Neo4j’s Alicia Frame explains how life science researchers can exploit graph databases to get truly granular insight into big data to make major leaps forward in medical research.
Complex data sets hold the key to advancing medical breakthroughs. These data sets tend to be voluminous and heterogeneous by nature, presenting an insurmountable challenge for traditional data analysis methods as they struggle to link patterns and outcomes. The unfortunate consequence is a slowdown in the progress of research.
Anyone who works in life sciences is aware that they are working with highly connected information; the challenge is making sense of these connections. Unfortunately, many scientists are still using relational databases and spreadsheets which makes mapping important patterns and connections unintuitive and difficult, if not impossible.
Graph technology is emerging as an enabler for researchers to trawl gargantuan amounts of unstructured data, turning it into valuable facts which can be scaled and connected. The value of graph technology was first recognised by social web giants Google, LinkedIn and Facebook. Whether researchers are analysing genome data, investigating drug interactions, disease factors or processing clinical data, graphs can reveal incredible insights from connected data.
Graph database technology was used to process 2.6 terabytes of data in the Panama and Paradise Papers investigations, mining data from 11.5 million files to find hidden relationships between powerful people and off-shore bank accounts. It would have taken humans years to manually parse this information. It would have been impossible to detect these important connections with tabular technologies such as SQL-based relational databases and other approaches that depend on storing data in rows and columns. Similarly, academic articles and patents can be parsed and used to build knowledge graphs that reveal new connections and insights for the life sciences.
Powerful framework for data
The beauty of graph databases is they can not only handle vast data sets, but they can uniquely uncover patterns in the data, joining the dots and uncovering patterns that are useful to researchers. Essentially, graph technology provides a powerful framework for storing, managing and querying highly connected data, which is why it lends itself so well to medical research across all links in the life science chain. A graph database adds a critical perspective and turns data researchers are working on into actionable intelligence.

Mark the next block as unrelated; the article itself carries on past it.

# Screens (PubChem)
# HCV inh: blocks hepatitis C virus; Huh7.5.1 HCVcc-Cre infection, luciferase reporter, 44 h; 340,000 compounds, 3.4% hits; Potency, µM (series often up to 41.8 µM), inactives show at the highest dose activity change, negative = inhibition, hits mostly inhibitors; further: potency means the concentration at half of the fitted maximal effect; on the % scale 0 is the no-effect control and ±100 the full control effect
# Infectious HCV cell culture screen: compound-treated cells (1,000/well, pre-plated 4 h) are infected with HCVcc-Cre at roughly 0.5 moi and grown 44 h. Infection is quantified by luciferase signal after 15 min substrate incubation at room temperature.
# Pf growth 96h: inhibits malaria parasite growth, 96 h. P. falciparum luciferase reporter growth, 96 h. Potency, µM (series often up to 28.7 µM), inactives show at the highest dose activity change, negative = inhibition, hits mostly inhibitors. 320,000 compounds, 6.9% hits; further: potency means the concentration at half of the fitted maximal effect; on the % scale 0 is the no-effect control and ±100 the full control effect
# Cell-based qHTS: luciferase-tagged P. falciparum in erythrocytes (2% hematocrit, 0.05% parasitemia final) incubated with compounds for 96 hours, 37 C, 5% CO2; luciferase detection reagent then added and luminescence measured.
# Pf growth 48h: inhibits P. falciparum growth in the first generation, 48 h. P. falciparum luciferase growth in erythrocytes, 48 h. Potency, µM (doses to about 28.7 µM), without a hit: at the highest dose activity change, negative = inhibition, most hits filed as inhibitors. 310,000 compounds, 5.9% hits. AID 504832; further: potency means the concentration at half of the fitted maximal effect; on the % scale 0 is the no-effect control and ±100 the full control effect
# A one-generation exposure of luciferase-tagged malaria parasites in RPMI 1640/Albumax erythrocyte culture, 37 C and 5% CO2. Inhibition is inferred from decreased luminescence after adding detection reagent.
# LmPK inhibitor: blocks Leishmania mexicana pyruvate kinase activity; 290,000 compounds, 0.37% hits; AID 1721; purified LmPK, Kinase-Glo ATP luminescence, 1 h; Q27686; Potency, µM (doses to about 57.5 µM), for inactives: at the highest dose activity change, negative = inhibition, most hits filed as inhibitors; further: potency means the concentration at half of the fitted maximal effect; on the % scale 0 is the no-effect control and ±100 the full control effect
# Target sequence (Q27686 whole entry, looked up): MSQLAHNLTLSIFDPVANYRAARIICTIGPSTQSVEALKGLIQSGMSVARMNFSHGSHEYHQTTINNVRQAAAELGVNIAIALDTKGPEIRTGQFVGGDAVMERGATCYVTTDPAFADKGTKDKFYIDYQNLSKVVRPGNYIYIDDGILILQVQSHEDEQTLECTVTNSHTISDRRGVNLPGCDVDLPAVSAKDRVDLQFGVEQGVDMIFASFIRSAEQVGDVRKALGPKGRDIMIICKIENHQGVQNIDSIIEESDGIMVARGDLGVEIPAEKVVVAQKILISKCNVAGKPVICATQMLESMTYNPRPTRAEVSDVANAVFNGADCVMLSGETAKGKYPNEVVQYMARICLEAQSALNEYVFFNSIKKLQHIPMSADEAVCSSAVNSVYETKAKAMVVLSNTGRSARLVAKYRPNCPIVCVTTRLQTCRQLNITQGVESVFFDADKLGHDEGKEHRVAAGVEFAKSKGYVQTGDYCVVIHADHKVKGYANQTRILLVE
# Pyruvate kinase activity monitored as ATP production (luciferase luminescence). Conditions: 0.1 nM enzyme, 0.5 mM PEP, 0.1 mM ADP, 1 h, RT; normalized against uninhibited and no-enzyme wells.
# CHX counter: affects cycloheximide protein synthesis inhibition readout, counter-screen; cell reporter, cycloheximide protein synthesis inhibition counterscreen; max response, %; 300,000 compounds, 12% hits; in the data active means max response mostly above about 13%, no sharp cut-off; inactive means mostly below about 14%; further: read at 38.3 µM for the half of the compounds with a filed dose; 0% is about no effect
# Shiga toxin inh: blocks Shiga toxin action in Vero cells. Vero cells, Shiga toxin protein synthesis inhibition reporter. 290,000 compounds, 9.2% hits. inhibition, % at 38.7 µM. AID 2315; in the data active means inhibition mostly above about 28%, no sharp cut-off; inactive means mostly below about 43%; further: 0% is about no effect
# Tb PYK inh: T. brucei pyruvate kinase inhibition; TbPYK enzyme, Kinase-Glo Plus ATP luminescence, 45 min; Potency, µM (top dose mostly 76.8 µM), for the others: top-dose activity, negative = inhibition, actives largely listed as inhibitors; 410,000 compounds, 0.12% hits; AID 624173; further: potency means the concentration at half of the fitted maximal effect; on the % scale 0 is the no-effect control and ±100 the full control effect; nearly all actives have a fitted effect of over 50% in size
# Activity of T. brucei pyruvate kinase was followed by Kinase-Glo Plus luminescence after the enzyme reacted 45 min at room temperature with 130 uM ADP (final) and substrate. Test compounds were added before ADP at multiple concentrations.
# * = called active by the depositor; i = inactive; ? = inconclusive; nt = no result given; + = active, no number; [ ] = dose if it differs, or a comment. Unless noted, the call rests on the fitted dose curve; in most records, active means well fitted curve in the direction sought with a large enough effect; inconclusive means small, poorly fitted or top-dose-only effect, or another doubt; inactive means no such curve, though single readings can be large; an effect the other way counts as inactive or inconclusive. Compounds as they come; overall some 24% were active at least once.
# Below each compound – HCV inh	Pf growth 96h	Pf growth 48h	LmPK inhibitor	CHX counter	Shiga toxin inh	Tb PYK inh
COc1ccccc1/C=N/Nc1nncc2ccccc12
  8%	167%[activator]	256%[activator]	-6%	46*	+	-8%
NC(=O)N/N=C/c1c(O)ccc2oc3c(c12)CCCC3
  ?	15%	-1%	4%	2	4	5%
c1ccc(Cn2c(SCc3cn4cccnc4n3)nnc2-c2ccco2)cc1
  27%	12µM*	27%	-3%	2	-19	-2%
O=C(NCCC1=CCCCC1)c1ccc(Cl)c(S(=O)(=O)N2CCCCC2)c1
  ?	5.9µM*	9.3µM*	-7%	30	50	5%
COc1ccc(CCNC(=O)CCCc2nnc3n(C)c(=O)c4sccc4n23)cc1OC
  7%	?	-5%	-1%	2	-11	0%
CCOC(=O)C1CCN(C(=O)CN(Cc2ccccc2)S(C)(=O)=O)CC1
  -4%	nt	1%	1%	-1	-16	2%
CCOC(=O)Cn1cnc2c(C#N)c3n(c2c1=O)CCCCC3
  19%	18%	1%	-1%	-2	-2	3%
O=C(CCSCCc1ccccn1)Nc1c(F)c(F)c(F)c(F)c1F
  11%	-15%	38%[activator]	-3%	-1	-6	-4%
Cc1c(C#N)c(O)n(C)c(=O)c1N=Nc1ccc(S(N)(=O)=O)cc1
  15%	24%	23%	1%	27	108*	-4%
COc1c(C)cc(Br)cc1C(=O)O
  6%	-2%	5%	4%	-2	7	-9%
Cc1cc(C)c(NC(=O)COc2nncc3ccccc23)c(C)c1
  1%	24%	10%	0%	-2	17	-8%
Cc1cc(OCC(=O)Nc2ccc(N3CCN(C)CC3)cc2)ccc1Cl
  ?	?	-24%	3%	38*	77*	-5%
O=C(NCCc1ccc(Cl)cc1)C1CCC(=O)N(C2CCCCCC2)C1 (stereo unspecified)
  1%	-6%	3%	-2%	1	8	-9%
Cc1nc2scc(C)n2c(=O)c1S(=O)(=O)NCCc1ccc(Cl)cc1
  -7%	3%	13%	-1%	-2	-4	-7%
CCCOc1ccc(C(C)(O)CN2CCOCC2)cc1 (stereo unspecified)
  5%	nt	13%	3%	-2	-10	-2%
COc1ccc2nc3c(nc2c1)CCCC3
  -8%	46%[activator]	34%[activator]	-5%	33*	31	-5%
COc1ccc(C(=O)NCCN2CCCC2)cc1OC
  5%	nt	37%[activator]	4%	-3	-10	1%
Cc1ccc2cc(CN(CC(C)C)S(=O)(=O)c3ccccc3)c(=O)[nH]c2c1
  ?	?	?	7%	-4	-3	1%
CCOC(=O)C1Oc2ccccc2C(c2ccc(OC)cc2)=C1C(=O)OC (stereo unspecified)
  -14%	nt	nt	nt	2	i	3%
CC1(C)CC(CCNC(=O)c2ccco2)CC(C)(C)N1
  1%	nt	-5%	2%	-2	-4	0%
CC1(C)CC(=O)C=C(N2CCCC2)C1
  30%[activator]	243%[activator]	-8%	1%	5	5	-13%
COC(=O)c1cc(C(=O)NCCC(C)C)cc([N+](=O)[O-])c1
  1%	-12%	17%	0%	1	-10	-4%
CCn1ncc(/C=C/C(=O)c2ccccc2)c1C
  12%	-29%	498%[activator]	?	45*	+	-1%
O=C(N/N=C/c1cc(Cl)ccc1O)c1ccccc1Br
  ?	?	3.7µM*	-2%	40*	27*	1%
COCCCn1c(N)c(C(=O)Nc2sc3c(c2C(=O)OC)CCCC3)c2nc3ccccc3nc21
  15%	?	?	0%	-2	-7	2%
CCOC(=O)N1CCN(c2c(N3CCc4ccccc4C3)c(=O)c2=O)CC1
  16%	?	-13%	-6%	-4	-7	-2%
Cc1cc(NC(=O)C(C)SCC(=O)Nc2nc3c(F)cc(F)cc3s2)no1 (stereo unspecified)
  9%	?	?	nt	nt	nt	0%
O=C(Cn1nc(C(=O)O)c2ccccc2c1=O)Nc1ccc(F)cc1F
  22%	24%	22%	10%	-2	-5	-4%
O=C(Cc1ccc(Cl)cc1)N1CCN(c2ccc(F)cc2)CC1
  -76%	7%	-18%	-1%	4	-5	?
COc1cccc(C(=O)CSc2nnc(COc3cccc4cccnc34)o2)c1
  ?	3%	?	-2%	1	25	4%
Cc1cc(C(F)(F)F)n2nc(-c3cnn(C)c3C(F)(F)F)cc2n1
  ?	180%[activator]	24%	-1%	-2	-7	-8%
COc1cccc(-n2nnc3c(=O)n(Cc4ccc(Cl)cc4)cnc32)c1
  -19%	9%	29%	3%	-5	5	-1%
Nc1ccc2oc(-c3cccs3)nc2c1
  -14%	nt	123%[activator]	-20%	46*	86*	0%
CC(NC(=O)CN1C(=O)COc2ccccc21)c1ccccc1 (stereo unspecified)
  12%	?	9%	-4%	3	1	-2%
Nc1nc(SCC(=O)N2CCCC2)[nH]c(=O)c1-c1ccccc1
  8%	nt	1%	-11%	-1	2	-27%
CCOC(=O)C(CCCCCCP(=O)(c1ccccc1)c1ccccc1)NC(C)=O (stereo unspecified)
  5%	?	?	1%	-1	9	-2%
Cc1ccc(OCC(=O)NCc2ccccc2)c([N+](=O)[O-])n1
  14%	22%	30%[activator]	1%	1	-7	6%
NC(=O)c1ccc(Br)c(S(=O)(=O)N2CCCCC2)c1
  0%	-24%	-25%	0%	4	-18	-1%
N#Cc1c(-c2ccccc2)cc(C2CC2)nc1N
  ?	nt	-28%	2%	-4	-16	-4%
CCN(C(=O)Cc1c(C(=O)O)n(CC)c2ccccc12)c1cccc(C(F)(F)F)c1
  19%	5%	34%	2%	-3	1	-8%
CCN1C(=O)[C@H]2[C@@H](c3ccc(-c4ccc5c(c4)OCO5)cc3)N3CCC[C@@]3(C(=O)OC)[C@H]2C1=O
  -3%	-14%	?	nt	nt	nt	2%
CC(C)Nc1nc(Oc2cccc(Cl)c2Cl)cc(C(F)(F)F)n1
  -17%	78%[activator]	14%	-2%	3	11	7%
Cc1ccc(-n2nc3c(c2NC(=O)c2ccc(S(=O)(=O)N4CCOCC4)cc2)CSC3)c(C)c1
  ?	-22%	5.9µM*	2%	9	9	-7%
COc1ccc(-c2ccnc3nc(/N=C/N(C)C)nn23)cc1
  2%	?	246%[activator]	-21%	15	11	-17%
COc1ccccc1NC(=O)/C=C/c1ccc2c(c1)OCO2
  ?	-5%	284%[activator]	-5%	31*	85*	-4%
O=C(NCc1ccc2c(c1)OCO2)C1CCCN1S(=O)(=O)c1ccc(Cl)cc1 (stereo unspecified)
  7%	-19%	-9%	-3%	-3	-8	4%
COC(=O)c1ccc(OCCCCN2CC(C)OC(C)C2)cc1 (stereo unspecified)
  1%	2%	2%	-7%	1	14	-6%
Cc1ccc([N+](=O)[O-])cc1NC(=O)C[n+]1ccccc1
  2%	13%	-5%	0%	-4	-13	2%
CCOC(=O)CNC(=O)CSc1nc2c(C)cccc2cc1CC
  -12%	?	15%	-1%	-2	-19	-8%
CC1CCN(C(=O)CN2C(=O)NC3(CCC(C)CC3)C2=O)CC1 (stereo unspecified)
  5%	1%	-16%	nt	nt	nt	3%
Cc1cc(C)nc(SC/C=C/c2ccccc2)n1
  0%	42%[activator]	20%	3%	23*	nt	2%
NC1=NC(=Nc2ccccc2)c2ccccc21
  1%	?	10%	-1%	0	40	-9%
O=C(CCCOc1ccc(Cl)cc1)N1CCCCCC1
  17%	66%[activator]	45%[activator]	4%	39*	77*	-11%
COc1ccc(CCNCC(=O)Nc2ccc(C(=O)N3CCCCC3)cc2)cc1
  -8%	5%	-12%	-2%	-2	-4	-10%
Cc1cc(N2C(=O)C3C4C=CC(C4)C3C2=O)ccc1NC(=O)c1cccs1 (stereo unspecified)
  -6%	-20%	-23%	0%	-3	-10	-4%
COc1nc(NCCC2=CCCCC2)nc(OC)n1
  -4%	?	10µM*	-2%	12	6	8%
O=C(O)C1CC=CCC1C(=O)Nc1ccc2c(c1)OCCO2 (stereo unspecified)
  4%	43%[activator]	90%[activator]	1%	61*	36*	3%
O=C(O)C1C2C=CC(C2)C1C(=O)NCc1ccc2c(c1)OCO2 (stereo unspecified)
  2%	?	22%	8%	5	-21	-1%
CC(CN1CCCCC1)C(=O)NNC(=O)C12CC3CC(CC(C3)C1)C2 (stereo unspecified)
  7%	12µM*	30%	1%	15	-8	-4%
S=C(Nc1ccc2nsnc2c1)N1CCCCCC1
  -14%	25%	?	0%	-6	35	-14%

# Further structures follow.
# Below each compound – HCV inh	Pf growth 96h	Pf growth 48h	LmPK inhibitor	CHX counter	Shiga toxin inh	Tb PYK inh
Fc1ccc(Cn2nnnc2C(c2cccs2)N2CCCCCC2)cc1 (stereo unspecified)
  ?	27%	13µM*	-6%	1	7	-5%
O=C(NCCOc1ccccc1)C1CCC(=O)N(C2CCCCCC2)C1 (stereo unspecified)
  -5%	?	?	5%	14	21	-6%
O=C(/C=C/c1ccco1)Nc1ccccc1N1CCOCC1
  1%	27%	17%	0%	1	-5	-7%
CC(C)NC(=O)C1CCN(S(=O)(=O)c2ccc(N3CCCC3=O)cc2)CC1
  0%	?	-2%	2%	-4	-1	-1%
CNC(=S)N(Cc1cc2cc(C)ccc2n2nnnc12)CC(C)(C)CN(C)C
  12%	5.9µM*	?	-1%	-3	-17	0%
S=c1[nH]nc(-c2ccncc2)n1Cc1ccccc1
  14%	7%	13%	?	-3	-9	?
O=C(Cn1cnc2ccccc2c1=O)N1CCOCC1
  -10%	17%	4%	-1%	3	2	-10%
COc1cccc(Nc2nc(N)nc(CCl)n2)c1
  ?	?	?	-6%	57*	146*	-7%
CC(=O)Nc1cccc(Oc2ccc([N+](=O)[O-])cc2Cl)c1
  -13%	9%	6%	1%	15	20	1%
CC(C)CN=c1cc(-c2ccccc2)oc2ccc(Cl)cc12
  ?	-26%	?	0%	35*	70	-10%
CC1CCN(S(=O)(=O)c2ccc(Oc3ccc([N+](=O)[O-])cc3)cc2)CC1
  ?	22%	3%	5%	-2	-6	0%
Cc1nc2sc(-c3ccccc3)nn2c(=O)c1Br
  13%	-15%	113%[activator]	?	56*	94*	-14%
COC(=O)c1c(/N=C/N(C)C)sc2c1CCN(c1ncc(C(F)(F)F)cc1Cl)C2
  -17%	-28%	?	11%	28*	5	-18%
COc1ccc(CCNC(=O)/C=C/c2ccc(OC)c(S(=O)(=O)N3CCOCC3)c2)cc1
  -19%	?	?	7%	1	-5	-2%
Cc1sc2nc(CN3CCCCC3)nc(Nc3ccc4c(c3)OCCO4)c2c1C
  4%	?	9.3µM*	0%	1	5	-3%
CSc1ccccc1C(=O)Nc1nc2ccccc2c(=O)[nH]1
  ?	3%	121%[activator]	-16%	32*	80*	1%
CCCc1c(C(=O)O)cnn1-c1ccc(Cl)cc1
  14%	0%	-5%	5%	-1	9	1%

Graph technology also has the inbuilt power to collaboratively filter data that has been gathered by a number of users. As an example, collaborative filtering is a core technique used by recommendation engines on retail websites. Data or patterns can be filtered via various criteria such as viewpoints and data sources. Similarly, medical researchers can use collaborative filtering to work on promising datasets in parallel, saving on time and research budgets.
Graph technology is already being leveraged in the fight against diabetes. The German Centre for Diabetes Research, the DZD, the Federal Republic’s national centre for studying diabetes has been an early adopter of graph technology in the life sciences arena.
Joining the dots
The DZD is exploiting graph technology combined with other powerful techniques such as artificial intelligence (AI) to spot patterns in its research data. Graph databases enable researchers to easily connect different types of data, making it much easier to query, dramatically accelerating data analysis and speeding up research time.
Graph database software enables it to dive deeper into its diabetes ‘map’ to find hidden connections or relationships to open up new pathways of research that are largely unexplored. It is also looking at creating new data models to better represent existing human and animal data. In the future, it may be possible to integrate data from diabetes research with cancer research, for example, to see if there are any hidden connections possible between these two complex disease areas.
DZD is also exploring combining machine learning (ML) with graphs to identify new subtypes of diabetes. It hopes to build predictive models that will identify the probability of disease progression for specific patients.
The potential of graph technology is also being used by The Institute for Cancer Research and Treatment (IRCC) of Candiolo, in Italy. The IRCC research team performs molecular and biological tests on cancer samples that have been collected from hospitals across Europe.
The data is complex and hierarchical with frequently changing relationships. Initially, it tried to model its data using a relational database, but it was slow and there were issues with data integration. The IRCC now uses graph databases to continually import data from its data sources and find intricate relationships in the data sets, analyse experimental procedures, build genomic domains and so forth. Graph technology is enabling IRCC to harvest valuable insight from its data that were not previously possible.
Advances in research
Medical research is about diving into the unknown. Graph technology’s ability to focus on relationships between entities makes it an extremely powerful tool in life sciences research going forward. Being able to mine large amounts of data quickly and accurately is imperative in speeding up medical research to improve the health and wellbeing of our society.
Alicia Frame is a Senior Data Scientist at the world’s leading graph database, Neo4j